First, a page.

Discover His heart: He is blessed when we generously forgive others
As a rule, we’ll do just about anything for our good friends. We celebrate with them on their joyous occasions, and we run to them to give comfort and aid in their difficult moments. It’s disheartening to have a friendship dissolve over a dispute or offense. In our reading today, Paul was treading on dangerous ground in his friendship with Philemon.
Philemon was a prosperous businessman in Colossae who hosted the church in his home. Paul had nothing but good to say about him, “I always thank my God when I pray for you, Philemon, because I keep hearing about your faith in the Lord Jesus and your love for all of God’s people. And I am praying that you will put into action the generosity that comes from your faith as you understand and experience all the good things we have in Christ. Your love has given me much joy and comfort, my brother, for your kindness has often refreshed the hearts of God’s people.” (4-7) A careful reader may catch that this is not just a casual letter, but one with an agenda of sorts, “praying that you will put into action the generosity that comes from your faith.” A request was coming.
Philemon’s slave from the past, Onesimus, had either stolen from him or damaged his property and had run away. This betrayal by someone he trusted had obviously caused heartache to Paul’s dear friend. Sometime later, the slave happened to encounter Paul in Rome and accepted the Lord as his Savior. Paul had some choices to make – keep Onesimus as his assistant and remain silent, turn Onesimus over to the Roman authorities where he could possibly face death or return him to Philemon for punishment.
And now the request, “That is why I am boldly asking a favor of you. I could demand it in the name of Christ because it is the right thing for you to do. But because of our love, I prefer simply to ask you…I appeal to you to show kindness to my child, Onesimus. I became his father in the faith while here in prison.” (8-10) Circumstances had changed over the course of time. Yes, Onesimus was a slave, sadly a role that was acceptable at that time, but now he was a fellow believer. Salvation is the great equalizer in life. “Some of us are Jews, some are Gentiles, some are slaves, and some are free. But we have all been baptized into one body by one Spirit, and we all share the same Spirit.” (I Corinthians 12:13).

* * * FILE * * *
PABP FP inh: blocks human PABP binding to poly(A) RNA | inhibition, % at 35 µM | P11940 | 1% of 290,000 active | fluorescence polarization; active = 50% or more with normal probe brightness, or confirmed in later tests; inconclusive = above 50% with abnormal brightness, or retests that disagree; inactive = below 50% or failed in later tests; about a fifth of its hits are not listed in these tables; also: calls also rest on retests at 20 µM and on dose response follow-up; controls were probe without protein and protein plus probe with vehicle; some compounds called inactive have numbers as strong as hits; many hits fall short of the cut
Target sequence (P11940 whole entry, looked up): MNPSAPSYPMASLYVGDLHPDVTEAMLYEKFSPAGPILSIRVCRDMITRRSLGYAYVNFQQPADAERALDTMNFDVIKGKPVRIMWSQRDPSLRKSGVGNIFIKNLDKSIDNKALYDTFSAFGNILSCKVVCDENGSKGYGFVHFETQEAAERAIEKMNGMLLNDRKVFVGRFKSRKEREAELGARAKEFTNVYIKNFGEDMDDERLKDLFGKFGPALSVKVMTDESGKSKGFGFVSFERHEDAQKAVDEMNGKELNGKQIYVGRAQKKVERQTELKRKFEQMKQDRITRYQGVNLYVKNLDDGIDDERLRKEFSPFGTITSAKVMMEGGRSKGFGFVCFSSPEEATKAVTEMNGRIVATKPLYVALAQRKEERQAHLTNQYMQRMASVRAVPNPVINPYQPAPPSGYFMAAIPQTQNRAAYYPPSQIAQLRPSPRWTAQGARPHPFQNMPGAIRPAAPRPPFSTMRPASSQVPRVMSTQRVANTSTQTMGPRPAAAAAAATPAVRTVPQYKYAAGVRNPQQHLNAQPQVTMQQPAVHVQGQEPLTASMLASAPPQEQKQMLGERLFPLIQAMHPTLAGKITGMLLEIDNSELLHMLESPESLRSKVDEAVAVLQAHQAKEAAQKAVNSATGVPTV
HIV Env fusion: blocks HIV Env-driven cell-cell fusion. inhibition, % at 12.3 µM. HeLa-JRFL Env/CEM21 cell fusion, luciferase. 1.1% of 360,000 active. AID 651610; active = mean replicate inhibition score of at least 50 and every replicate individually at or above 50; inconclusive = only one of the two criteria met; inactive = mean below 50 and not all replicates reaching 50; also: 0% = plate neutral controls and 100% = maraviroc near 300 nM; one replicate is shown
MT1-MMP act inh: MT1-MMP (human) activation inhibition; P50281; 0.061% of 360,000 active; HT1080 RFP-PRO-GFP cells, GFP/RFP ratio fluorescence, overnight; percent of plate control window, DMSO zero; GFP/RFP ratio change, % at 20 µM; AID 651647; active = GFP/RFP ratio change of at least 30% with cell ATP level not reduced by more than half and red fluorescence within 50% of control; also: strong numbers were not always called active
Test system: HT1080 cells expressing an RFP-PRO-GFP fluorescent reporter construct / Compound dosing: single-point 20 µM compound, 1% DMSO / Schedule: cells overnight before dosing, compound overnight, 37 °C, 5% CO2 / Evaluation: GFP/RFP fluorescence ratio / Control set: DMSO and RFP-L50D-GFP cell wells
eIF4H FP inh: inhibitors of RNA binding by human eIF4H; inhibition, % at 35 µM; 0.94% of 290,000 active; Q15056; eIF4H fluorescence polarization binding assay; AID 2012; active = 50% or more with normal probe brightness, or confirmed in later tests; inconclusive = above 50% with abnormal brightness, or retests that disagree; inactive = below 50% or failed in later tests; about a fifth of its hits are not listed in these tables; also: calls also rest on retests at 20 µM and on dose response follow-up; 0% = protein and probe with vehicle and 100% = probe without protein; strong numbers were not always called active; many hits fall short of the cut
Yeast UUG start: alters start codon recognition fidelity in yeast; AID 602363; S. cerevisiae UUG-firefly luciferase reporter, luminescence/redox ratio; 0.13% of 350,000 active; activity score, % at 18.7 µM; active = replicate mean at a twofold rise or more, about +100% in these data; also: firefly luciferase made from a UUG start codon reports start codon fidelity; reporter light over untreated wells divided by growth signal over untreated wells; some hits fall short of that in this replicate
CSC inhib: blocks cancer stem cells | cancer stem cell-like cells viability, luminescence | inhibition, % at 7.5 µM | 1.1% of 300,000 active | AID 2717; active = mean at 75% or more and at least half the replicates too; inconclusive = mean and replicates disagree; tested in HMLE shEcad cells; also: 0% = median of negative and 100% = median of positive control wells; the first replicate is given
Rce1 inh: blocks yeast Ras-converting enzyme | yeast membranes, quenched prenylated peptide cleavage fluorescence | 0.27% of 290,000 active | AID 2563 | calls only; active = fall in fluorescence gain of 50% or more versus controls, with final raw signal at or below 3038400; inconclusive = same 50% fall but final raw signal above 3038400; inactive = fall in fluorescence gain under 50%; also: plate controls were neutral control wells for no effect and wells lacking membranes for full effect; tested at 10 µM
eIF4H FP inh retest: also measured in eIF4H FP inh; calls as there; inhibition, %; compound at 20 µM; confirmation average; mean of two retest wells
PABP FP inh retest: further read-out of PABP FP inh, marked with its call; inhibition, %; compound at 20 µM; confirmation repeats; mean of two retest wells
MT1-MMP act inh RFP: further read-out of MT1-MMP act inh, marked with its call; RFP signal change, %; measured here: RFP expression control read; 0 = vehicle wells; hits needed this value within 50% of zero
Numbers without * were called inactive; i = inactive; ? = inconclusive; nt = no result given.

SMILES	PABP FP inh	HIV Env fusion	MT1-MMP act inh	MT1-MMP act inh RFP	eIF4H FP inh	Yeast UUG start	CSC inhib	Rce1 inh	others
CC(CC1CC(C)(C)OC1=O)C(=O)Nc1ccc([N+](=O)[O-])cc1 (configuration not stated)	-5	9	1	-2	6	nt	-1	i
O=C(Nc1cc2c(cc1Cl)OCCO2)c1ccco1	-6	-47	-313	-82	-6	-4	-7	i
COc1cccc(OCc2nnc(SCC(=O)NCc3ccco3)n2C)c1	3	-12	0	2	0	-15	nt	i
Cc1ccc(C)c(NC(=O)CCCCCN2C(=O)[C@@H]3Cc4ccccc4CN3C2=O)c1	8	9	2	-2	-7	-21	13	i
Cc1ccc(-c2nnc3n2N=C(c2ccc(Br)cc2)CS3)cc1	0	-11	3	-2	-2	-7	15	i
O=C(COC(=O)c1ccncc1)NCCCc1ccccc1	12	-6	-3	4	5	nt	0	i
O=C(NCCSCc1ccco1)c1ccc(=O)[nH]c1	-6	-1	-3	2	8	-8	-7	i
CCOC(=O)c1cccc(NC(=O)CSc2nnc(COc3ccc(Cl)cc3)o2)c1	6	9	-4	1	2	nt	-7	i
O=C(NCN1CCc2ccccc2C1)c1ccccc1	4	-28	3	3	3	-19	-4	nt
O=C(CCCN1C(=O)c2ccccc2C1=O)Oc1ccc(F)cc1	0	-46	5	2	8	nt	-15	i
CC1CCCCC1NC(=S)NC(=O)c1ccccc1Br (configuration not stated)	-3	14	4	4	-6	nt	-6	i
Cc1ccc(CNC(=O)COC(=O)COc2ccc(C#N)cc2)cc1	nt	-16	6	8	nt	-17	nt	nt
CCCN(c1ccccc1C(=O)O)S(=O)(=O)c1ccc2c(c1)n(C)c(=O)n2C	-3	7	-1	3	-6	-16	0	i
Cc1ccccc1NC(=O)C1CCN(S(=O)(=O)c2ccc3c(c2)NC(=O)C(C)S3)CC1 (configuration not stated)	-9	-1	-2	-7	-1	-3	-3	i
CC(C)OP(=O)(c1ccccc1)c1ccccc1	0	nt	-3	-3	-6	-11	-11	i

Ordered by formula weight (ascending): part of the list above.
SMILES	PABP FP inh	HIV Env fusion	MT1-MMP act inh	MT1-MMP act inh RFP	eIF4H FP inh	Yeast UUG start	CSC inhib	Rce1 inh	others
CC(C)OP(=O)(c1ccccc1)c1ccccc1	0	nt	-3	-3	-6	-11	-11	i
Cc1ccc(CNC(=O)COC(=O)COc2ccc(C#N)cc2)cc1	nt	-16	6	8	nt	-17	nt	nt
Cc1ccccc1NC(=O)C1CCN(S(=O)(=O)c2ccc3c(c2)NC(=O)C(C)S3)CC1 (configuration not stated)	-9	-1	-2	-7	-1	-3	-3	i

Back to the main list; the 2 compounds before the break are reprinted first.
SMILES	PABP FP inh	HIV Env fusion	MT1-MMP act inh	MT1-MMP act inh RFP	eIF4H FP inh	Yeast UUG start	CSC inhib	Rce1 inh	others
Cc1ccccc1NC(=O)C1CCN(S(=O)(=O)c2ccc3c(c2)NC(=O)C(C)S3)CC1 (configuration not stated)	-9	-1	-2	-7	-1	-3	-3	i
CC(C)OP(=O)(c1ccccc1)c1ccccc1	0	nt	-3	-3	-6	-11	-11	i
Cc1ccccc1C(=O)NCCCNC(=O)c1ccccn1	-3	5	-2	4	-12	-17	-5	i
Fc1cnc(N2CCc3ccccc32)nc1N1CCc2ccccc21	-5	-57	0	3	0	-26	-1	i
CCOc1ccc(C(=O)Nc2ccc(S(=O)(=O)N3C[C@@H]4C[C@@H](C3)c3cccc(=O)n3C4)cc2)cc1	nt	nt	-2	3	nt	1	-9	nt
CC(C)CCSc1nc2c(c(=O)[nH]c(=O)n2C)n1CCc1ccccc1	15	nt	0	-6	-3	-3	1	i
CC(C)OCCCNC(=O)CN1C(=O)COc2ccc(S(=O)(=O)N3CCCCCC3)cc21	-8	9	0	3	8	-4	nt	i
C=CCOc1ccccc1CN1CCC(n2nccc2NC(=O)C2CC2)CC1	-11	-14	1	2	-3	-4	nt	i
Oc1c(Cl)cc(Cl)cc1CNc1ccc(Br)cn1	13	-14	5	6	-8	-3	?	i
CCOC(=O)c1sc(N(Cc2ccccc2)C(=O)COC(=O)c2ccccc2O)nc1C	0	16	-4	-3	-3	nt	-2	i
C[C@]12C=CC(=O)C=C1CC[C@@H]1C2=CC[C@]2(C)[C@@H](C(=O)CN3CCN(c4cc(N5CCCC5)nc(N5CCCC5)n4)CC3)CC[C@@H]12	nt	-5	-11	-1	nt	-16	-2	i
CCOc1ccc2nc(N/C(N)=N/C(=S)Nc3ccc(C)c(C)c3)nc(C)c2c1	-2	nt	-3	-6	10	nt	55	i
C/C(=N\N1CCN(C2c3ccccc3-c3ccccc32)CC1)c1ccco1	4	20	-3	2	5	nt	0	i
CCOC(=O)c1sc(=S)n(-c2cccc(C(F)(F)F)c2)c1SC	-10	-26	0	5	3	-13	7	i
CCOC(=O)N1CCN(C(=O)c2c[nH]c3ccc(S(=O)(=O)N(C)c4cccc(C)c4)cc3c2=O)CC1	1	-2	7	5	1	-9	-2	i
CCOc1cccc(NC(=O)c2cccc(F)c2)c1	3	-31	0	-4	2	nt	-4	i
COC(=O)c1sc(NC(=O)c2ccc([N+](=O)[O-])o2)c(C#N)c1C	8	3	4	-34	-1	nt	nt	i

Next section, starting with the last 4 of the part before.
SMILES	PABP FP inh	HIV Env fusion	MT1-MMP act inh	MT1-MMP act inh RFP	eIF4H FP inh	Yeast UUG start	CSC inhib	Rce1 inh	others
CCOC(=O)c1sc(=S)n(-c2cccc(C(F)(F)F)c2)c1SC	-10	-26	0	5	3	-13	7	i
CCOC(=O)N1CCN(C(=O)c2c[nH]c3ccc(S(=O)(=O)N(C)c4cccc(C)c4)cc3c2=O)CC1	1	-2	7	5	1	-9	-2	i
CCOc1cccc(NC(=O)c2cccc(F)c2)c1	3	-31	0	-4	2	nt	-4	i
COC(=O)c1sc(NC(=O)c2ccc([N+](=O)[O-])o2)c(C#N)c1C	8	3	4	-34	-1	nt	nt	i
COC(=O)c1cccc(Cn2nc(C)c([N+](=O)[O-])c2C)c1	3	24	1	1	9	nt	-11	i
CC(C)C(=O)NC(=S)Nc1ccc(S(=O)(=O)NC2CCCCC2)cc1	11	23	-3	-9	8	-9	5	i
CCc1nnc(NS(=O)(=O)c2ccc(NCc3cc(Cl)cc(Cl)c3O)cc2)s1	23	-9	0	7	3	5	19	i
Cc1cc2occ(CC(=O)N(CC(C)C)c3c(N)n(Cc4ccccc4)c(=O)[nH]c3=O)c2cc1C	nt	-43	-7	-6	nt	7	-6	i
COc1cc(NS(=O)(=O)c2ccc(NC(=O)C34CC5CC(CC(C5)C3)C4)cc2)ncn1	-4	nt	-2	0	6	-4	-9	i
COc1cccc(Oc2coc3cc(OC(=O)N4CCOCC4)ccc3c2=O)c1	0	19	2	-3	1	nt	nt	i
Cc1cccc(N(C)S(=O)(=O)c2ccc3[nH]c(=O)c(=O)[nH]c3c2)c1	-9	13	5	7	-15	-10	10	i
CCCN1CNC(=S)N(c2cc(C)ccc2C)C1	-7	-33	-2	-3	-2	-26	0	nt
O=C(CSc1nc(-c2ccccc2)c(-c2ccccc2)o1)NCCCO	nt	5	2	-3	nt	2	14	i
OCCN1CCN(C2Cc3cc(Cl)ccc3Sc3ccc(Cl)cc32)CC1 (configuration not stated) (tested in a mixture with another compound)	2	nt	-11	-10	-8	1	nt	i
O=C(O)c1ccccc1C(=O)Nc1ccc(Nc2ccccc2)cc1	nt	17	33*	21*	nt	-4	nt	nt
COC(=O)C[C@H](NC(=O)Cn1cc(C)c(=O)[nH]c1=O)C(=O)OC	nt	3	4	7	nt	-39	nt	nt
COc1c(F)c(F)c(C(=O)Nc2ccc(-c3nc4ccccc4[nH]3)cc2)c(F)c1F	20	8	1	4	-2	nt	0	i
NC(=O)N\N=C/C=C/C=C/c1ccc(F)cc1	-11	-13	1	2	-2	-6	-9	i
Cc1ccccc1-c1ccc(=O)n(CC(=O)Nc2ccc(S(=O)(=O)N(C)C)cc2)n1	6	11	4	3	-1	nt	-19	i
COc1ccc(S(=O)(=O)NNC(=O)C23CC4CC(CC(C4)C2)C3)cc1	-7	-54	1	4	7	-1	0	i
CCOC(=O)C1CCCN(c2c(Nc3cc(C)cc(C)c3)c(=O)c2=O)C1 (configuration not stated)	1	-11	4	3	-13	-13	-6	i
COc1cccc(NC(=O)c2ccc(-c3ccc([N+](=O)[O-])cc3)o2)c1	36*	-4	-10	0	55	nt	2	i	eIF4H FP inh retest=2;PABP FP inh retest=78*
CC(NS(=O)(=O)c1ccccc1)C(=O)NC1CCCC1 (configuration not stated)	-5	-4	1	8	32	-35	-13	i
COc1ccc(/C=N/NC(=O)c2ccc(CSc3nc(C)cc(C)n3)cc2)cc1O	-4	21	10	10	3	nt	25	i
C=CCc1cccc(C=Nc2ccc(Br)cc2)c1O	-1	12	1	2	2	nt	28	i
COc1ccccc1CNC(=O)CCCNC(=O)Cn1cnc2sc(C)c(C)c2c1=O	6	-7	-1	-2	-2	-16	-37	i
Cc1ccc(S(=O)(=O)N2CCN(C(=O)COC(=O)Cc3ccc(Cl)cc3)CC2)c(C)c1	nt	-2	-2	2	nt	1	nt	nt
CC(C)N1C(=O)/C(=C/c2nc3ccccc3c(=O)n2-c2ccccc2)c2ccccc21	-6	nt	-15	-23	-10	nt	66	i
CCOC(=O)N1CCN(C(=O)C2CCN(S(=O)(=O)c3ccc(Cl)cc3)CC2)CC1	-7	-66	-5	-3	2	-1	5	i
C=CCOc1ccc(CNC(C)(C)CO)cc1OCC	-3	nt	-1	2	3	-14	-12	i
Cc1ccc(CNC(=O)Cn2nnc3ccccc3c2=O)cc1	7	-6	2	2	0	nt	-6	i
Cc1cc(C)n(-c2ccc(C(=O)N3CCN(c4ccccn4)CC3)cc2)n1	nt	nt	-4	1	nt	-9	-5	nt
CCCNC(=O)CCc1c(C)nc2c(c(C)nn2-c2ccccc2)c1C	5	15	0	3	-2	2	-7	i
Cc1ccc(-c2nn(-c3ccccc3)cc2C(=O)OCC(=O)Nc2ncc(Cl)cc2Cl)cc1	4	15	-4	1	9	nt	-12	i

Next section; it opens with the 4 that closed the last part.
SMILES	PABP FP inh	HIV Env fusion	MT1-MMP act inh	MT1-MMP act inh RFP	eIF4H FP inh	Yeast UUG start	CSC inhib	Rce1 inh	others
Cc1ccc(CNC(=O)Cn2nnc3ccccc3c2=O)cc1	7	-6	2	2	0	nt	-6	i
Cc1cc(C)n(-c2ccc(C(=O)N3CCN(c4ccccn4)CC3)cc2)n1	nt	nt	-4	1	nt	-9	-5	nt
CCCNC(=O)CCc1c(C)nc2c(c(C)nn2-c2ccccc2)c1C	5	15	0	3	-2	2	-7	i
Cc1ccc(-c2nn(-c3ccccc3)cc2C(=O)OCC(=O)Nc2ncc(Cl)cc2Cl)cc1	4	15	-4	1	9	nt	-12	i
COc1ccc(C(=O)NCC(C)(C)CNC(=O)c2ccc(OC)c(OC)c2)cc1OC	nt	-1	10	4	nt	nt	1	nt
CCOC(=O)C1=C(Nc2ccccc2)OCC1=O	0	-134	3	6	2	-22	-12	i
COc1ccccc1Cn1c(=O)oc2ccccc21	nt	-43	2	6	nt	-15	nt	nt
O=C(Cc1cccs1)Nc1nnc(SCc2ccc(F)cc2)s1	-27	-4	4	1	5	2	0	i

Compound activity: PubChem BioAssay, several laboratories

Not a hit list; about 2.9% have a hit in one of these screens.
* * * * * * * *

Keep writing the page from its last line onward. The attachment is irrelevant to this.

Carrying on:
Paul may have been referring to the meaning of the name “Onesimus” which means profitable or useful as he continued in his request, “Onesimus hasn’t been of much use to you in the past, but now he is very useful to both of us. I am sending him back to you, and with him comes my own heart.” (11) Paul was definitely placing their friendship on the line when he added a promise to personally pay everything Onesimus owed Philemon. He added, “I, Paul, write this with my own hand: I will repay it. And I won’t mention that you owe me your very soul!” (19)
Although this comment sounds remarkably like a major guilt trip, Paul was counting on Philemon to remember that at one time he, too, was forgiven and set free from sin. Jesus paid a debt for him that he did not owe just as Paul was willing to do for Onesimus. This personal letter of Paul’s serves to remind us all of the forgiveness and grace that has been extended to us. How could we not extend it to others?
In situations where others have cheated us or been unkind, it is so very helpful to remember that God loves them as much as He loves us. He may not like their deeds, but He sent His Son to die for that very reason. When we forgive and offer mercy to others, we are behaving like Jesus, and that could only be good.
Moving Forward: Should the occasion arise today, I choose to forgive others for any unkindness, remembering that God loves them.
Tomorrow @ Numbers 21-24